I used to work on the assembly line in car plants 1 and 2 in Oshawa, from around the time the Y2k programmer job market dried up to the time when GM shut down the truck plant in Oshawa. I wanted to get into the electrical trade, and GM had a program where they would offer free training and recruit from the assembly line to fill their need for electricians. I came in with a group of around 600 new hires when they started a 3rd shift in the truck plant in 2002, but for some reason I ended up on the swing shift in the car plant that built the Impala and Monte Carlo. This made me the lowest seniority guy in the entire department; the guy with the next lowest seniority had 15 years and came from the Scarborough Van Plant, and, as one would expect, there was always someone there wanting to bust the balls of the “New guy,” which I always managed to turn around, like the time I got my “90 day jacket.”
The 90 day mark was a significant milestone for new workers back then. From day 1 to day 89, General Motors could let a new worker go for any reason at all, or even for no reason whatsoever. There were stories of guys who got on the bad side of a foreman who got let go right on day 89. However, all that would change on day 90, because, on day 90, a new worker got the full protection of the union. Back then, it was called the Canadian Auto Worker’s union, or CAW, local 222, and they had power. I dare not repeat some of the stories I’ve heard, but let’s say that even if you killed someone, the union would make sure your job would still be there for you. The only time the CAW did not defend its members was the time when two guys were caught putting sand in the paint. To their credit, the CAW takes pride in the products its members build, and are probably responsible for the high quality of Oshawa made cars and trucks, and would not tolerate sabotage to the product that is the livelihood of their members.
One particular fellow delighted in sadistically tormenting me during my first 89 days. His locker was next to mine, and we usually sat at the same table during lunch. Back then, our lockers and lunch tables were on the shop floor, near where we worked. He wasn’t dangerous nor terribly obnoxious, he was just trying to have a good time at my expense. I honestly couldn’t really blame him, as a place like that can really take its toll on the mind of a middle aged guy who has to come to terms with the fact that all he has to look forward to is counting down the days until his retirement, where the average life expectancy of a GM retiree is only 18 months. It’s almost like counting down the days left to live, so I played along.
Almost to the day of my 90 day mark, GM held its annual picnic towards the end of October. This was an event where we were able to bring our families on tours of the plant, eat food, enjoy a live band, and buy GM merchandise at a discount price. At this time, I was in need of a good winter jacket, and so I bought a flashy GM Goodwrench Racing winter jacket at a heavily discounted price. I also noticed that the ball buster did not attend.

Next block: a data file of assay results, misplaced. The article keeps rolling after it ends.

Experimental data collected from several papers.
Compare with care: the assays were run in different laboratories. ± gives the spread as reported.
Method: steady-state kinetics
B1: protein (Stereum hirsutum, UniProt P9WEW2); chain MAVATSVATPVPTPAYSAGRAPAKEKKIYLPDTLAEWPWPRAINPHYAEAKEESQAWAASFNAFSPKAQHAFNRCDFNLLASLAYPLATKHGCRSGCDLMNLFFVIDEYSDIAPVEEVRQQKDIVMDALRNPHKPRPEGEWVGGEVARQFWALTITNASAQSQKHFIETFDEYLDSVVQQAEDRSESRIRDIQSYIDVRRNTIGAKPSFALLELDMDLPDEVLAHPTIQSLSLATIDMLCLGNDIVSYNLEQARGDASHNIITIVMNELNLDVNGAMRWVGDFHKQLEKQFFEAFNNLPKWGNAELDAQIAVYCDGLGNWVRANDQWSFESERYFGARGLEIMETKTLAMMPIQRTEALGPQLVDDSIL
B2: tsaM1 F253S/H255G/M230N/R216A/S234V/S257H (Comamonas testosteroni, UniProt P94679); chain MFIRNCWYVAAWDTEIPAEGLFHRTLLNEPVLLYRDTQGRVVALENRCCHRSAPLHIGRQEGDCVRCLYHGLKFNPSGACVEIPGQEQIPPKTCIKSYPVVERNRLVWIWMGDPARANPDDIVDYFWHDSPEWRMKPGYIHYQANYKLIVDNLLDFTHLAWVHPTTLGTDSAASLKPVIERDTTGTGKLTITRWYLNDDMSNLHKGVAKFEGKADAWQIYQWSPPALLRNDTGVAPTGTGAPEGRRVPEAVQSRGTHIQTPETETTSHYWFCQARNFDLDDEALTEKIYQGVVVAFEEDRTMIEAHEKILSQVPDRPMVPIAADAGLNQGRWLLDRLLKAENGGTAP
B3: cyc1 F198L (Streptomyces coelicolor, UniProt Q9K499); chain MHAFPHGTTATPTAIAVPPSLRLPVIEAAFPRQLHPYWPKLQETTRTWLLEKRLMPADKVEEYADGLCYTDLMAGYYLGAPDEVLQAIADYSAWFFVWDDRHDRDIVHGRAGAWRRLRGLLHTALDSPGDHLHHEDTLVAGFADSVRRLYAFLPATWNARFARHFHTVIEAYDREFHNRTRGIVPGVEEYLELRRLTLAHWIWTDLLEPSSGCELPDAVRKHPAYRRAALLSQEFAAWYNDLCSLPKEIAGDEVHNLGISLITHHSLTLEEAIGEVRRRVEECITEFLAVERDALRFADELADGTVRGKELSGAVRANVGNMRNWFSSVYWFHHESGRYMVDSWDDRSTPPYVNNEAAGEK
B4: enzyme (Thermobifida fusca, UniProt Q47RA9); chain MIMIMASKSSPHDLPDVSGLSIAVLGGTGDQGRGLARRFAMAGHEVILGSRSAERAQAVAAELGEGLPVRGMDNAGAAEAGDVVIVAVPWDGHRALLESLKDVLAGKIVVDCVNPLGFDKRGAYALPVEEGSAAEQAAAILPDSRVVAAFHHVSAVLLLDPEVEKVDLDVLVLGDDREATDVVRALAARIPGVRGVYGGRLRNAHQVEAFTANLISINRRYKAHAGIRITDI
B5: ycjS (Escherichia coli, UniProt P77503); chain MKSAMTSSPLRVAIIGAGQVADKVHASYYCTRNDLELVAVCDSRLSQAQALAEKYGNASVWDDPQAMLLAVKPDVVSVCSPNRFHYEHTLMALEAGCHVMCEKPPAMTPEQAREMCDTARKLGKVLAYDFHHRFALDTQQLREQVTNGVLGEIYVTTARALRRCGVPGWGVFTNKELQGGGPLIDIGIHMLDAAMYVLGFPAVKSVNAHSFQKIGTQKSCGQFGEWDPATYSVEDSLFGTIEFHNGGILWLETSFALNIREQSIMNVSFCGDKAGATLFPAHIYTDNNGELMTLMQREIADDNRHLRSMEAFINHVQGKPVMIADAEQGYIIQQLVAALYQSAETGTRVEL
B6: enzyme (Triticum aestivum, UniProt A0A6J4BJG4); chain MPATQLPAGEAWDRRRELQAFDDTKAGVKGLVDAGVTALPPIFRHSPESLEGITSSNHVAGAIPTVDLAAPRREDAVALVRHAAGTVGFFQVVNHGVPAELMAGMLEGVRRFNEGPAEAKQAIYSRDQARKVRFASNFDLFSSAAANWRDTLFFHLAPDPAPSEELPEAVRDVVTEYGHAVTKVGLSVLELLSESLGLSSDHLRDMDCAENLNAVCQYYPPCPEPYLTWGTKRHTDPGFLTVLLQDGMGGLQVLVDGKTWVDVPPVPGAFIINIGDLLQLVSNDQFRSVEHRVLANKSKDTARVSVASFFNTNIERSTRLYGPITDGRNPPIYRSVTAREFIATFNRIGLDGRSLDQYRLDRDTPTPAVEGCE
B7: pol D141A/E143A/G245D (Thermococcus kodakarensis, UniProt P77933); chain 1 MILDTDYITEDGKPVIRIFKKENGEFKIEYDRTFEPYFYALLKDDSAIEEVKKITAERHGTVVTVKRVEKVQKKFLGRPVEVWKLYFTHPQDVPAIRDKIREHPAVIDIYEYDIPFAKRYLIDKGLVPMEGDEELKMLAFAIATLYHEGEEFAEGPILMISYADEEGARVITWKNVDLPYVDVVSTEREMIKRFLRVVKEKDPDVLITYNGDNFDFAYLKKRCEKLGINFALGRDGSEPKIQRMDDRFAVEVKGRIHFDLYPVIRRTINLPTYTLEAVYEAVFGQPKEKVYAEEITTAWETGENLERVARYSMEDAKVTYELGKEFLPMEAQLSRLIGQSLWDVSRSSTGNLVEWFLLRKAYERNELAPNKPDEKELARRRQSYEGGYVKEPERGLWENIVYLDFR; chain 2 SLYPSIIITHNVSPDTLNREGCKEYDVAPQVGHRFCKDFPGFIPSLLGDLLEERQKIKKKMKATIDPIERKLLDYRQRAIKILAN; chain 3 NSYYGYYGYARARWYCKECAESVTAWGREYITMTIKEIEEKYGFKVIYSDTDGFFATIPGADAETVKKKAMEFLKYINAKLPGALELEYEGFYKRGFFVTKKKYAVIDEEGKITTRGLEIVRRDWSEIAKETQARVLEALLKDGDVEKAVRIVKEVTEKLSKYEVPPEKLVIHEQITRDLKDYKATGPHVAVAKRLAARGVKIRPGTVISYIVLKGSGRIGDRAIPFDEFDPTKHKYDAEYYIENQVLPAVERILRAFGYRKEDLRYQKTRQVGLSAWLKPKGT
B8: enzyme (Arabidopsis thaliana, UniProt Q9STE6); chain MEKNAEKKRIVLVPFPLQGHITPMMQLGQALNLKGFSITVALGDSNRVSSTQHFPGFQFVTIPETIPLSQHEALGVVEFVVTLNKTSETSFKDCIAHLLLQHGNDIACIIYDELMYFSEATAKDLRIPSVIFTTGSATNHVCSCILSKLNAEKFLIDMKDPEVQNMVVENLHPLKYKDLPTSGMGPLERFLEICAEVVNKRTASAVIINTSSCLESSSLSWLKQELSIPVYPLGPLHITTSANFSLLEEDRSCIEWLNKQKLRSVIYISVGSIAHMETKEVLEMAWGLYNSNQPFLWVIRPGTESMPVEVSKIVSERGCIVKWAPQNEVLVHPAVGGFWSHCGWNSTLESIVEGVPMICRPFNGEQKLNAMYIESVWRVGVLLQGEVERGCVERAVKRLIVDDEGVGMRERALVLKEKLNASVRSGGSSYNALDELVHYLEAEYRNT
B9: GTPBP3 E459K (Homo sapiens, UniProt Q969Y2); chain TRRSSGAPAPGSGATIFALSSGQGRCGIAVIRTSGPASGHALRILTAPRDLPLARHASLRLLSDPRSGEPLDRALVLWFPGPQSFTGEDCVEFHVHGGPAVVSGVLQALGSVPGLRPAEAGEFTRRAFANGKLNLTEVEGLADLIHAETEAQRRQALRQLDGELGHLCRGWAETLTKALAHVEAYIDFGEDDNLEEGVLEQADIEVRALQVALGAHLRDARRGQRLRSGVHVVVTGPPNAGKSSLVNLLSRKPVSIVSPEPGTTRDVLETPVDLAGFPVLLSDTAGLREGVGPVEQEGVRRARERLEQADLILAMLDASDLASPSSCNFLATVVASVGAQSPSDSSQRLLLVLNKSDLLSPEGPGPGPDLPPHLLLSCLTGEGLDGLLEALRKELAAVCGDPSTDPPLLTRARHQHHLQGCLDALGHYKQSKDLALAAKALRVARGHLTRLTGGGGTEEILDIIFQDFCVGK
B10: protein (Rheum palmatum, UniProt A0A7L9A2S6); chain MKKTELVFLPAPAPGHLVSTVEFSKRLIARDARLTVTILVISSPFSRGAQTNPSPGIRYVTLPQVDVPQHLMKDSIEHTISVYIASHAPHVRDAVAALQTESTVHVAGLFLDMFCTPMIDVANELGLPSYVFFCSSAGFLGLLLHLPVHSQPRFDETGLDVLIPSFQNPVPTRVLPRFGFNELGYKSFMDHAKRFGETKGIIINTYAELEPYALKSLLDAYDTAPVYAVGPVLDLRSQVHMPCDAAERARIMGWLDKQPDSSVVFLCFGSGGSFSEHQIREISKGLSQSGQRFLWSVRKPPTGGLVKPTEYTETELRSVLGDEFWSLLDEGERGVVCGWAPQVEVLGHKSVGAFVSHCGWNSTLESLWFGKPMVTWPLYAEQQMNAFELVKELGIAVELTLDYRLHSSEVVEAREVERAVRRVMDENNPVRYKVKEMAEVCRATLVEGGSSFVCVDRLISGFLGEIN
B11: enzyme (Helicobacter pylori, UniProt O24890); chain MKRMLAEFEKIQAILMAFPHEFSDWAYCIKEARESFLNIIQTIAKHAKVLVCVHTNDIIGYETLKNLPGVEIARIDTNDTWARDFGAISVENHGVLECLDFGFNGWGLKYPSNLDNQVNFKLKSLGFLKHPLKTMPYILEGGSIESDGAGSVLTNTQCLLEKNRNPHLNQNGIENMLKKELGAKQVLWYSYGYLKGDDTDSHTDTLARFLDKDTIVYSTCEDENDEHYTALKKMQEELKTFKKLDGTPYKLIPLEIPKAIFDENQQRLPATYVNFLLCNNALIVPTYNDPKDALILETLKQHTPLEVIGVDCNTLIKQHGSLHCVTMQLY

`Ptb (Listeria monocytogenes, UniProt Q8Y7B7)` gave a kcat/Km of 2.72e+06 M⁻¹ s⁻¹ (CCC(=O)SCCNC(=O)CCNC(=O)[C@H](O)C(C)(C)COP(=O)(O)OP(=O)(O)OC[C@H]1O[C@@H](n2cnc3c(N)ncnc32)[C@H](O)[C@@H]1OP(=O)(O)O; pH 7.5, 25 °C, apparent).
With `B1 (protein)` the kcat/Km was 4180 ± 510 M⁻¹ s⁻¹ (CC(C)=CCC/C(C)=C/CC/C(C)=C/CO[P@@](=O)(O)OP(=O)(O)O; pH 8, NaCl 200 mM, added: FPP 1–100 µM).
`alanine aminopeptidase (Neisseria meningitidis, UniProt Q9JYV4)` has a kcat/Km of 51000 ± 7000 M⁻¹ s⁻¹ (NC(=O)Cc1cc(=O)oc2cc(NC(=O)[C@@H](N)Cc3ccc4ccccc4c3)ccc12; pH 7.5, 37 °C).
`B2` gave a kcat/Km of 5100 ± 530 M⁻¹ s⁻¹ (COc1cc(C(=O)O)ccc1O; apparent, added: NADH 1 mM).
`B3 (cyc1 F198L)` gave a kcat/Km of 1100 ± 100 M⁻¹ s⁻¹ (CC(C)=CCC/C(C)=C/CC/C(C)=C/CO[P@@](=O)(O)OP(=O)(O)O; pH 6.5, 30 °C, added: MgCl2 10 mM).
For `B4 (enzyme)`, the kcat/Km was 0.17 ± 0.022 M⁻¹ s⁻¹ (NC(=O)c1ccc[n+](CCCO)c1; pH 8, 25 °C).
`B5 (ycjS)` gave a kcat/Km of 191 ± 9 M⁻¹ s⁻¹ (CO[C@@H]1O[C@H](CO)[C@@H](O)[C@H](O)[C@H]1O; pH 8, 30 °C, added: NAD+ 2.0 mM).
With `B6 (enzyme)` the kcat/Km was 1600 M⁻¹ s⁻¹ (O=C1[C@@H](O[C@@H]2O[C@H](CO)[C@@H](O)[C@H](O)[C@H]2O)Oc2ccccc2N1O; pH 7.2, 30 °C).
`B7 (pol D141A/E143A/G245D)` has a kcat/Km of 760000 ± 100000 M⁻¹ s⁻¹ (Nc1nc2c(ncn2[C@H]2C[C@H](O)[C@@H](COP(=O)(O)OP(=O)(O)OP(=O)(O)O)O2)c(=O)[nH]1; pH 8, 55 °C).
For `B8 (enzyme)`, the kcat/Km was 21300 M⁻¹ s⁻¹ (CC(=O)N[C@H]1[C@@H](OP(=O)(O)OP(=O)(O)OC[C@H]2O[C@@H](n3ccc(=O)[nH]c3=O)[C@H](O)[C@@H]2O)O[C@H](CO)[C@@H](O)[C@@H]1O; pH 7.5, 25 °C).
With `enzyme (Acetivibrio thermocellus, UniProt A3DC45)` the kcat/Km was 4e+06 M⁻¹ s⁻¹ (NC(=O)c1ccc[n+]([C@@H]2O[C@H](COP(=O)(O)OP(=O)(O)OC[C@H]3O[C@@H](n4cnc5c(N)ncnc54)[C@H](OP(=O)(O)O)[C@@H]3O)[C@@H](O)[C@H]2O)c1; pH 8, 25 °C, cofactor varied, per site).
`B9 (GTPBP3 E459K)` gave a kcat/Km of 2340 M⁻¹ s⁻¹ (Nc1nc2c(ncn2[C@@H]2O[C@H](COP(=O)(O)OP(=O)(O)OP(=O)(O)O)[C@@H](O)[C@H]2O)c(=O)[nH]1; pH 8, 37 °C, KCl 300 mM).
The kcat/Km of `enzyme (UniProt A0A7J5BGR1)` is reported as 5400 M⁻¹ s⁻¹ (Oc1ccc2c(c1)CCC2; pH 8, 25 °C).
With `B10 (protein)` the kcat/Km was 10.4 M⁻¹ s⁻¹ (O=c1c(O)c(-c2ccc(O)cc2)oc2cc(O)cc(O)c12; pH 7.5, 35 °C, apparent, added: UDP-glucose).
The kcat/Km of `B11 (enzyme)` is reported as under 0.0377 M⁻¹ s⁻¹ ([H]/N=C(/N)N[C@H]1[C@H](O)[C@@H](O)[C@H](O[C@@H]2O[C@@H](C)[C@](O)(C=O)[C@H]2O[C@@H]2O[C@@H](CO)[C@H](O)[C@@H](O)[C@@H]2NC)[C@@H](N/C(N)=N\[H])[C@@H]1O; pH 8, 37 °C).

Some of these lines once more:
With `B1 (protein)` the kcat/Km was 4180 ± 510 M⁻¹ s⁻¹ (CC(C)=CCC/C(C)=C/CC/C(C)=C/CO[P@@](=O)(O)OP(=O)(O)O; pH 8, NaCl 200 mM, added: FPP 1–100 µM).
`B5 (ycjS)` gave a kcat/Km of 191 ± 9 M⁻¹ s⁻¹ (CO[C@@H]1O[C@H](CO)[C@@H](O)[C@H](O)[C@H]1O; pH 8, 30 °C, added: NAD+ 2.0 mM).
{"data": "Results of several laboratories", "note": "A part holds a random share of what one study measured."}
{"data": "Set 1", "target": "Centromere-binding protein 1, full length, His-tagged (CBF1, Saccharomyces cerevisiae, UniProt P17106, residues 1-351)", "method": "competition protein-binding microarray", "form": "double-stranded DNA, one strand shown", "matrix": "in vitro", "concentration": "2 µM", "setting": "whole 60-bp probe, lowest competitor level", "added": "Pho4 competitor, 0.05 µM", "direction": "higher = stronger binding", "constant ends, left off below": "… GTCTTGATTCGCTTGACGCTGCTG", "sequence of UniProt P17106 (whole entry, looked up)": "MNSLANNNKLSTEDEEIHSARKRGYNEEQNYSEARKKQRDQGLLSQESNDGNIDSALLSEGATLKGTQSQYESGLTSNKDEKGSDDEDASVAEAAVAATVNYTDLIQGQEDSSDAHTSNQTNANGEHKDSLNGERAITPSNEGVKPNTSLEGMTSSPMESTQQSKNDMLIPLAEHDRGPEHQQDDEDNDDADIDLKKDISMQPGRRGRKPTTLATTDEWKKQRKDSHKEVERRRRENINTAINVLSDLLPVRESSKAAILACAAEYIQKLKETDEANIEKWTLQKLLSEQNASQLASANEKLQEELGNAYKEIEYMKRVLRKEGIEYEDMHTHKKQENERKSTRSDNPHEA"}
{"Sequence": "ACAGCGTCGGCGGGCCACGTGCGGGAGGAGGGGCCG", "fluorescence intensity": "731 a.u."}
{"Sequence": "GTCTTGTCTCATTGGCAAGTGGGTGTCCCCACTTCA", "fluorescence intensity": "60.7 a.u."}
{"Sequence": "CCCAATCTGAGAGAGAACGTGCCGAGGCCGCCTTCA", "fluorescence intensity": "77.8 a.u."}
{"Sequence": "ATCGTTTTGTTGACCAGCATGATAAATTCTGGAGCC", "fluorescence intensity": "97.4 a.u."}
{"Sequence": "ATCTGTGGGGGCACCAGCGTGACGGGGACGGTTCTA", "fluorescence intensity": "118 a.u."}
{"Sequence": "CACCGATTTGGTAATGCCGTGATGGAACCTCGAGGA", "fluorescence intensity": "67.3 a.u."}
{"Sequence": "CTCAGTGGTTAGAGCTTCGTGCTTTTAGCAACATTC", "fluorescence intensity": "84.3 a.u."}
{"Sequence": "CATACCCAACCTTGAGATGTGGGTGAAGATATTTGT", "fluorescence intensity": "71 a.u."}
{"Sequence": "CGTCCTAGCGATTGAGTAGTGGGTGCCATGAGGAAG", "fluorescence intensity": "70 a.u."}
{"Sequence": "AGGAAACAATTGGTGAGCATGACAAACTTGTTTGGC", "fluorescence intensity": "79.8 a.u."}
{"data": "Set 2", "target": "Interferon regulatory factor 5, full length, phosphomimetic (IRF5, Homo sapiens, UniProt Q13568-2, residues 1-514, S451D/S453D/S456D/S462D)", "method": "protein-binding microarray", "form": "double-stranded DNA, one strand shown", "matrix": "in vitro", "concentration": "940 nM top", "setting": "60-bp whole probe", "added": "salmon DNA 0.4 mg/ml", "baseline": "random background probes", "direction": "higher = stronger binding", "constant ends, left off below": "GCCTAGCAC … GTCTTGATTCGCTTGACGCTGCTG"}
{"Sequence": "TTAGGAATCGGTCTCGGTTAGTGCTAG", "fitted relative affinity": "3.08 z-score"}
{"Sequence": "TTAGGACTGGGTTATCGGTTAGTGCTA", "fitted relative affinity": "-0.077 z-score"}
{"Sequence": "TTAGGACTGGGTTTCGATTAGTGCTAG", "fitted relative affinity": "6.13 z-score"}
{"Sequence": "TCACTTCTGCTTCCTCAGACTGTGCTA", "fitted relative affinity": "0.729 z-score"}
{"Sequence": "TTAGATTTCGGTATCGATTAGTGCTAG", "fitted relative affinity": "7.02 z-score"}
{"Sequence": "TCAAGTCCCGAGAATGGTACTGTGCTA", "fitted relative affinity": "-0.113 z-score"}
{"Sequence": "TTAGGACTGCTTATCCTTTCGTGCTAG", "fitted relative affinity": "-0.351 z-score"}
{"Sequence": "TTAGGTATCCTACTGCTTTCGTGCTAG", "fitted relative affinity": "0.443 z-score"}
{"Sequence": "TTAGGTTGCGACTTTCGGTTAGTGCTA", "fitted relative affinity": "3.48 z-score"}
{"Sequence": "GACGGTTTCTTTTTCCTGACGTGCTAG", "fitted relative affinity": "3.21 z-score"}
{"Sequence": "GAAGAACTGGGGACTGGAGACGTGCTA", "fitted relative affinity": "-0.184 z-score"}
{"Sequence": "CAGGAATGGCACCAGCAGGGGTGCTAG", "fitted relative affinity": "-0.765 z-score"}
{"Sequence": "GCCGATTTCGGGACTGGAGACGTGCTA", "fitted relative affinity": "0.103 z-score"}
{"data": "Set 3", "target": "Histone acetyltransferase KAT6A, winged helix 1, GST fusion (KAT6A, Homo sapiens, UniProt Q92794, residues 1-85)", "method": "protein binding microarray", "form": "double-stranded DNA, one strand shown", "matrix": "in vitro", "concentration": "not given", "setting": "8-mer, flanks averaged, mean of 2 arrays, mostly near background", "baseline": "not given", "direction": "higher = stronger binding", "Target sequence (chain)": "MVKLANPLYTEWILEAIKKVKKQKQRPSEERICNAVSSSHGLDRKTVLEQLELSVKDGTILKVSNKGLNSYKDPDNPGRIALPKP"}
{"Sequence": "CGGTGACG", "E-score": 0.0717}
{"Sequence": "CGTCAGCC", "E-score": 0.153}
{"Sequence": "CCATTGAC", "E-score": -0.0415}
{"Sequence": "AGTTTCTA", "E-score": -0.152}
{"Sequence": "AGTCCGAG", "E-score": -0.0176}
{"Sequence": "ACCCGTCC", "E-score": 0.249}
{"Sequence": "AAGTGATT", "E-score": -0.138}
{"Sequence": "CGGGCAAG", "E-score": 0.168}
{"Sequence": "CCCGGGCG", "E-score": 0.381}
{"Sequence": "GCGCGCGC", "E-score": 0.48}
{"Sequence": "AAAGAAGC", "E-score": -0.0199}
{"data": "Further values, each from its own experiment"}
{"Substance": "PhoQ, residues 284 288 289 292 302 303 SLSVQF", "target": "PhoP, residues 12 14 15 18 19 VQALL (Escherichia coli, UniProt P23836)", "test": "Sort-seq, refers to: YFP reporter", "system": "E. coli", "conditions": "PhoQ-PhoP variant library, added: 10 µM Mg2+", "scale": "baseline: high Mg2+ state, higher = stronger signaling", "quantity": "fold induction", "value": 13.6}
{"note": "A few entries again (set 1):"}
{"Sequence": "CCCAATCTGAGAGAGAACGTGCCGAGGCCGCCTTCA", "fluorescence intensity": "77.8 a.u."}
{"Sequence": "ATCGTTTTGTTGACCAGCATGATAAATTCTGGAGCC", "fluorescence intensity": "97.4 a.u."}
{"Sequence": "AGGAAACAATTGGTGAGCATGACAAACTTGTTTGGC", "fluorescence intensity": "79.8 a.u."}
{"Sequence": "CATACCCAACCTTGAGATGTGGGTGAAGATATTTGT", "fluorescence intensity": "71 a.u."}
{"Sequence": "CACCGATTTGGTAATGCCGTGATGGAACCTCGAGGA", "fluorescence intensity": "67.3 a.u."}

The following Monday, I wore my brand new jacket to work, onto the shop floor, making sure to keep it on until the ball buster showed up. When he did, I took it off carefully to hang it on the hook in my locker.
“Where the fuck did you get that,” he asked. “Where the fuck did I get what,” I asked innocently, as if I didn’t know. “The jacket, where’d you get it?” I had his attention, it was time for some fun.
“Didn’t you know? All of us new hires got these jackets for passing our 90 days,” I told him. Since I was the only new hire in the department, he had no way of knowing otherwise. “Well, I didn’t get no 90 day jacket,” he protested. “That’s probably because you’re not a new hire,” I advised him. “Well, I’m going to put in a call for Johnny,” he said. Johnny was our union rep.
Later on that day, I got a visit from Johnny asking me about the jacket. I explained everything to him, how the ball buster had been trying to bust my balls for the past three months, so I made up the story about the jacket because it was my turn to get him going. Johnny thought it was a great joke, and went back to the ball buster to advise him that I got a 90 day company jacket, not a 90 day union jacket, and if the ball buster wanted one, he would have to talk to the foreman about it. Johnny knew full well that the ball buster was not on speaking terms with the foreman. Others in our department were, and couldn’t help themselves when they heard about this story, and started telling the ball buster that they got their jackets in the mail that week.
In the end, the ball buster eventually realized he’d been had, and was eager to get in on a joke with another ball buster a few weeks later…but that, my friends, is a tale for another day.